Okay, this is my last time paraphrasing that passage from Nabokov which kicked off this series of blog posts.
I could also distinguish the glint of a special puddle (the one Krug had somehow perceived through the layer of his own life), an oblong puddle invariably acquiring the same form after every shower because of the constant spatulate shape of a depression in the ground. Possibly something of the kind may be said to occur in regard to the imprint we leave in the intimate texture of space.
Nabokov is writing about a fictional character, but I’ve been arguing that all of us, living and dead, real and fictional, leave these kind of impressions in the world through words, images, deeds, artefacts – the kind of things which it’s a library’s job to help members of the public find and use as they see fit.
In my previous post, ‘The Mission of the Librarian’, I used an essay by the philosopher Ortega y Gasset to suggest that librarianship itself was, like the other professions, one of these puddly spaces, slowly etched by our peers and predecessors, which we get to fill with our own daily life and action.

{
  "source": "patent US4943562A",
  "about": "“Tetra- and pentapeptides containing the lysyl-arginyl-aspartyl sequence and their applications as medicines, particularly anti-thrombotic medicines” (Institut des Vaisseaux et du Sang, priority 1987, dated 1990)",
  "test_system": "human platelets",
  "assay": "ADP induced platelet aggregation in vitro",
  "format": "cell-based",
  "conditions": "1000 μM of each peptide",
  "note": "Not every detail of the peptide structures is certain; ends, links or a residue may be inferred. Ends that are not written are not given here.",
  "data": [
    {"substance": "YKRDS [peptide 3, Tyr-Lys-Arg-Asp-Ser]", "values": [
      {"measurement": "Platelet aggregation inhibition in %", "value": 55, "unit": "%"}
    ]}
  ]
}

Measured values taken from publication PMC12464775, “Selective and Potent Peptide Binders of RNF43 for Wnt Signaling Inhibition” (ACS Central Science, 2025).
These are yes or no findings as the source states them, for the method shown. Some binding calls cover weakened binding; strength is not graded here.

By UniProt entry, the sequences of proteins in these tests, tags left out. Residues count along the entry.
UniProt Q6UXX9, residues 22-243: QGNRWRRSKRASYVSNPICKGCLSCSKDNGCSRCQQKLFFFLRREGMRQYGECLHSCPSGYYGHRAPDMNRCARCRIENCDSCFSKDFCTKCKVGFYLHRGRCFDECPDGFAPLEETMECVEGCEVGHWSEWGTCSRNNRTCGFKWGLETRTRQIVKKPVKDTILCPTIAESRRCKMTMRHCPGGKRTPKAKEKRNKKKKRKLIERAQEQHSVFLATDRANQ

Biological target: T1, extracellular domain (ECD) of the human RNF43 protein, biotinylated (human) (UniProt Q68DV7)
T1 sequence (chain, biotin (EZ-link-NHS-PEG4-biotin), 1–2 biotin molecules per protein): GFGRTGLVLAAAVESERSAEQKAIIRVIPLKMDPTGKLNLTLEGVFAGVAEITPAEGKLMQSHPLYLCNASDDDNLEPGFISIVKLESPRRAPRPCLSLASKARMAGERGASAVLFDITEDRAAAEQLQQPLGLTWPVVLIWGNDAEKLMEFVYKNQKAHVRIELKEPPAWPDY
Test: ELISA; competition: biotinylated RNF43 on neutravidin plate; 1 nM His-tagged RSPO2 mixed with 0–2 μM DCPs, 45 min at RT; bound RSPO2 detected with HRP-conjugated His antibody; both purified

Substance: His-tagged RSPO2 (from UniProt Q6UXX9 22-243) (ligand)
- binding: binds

Usually I’m more excited by librarians than libraries. Politicians like cutting the ribbons on big new builds of steel and glass, but what interests me is what services you can provide when there’s zero budget, zero resources, the politicians disapprove, and all you really have is your own imagination and initiative. I really like that R. David Lankes sometimes asks if librarianship has a future separate from libraries themselves – and I pushed pretty hard for Auckland’s librarians to go off-site and offer their services in other spaces, like comic book stores and even bars.
BUT…I have been thinking about library spaces too, since I last wrote.
I’m currently working on a couple of projects that provoked this.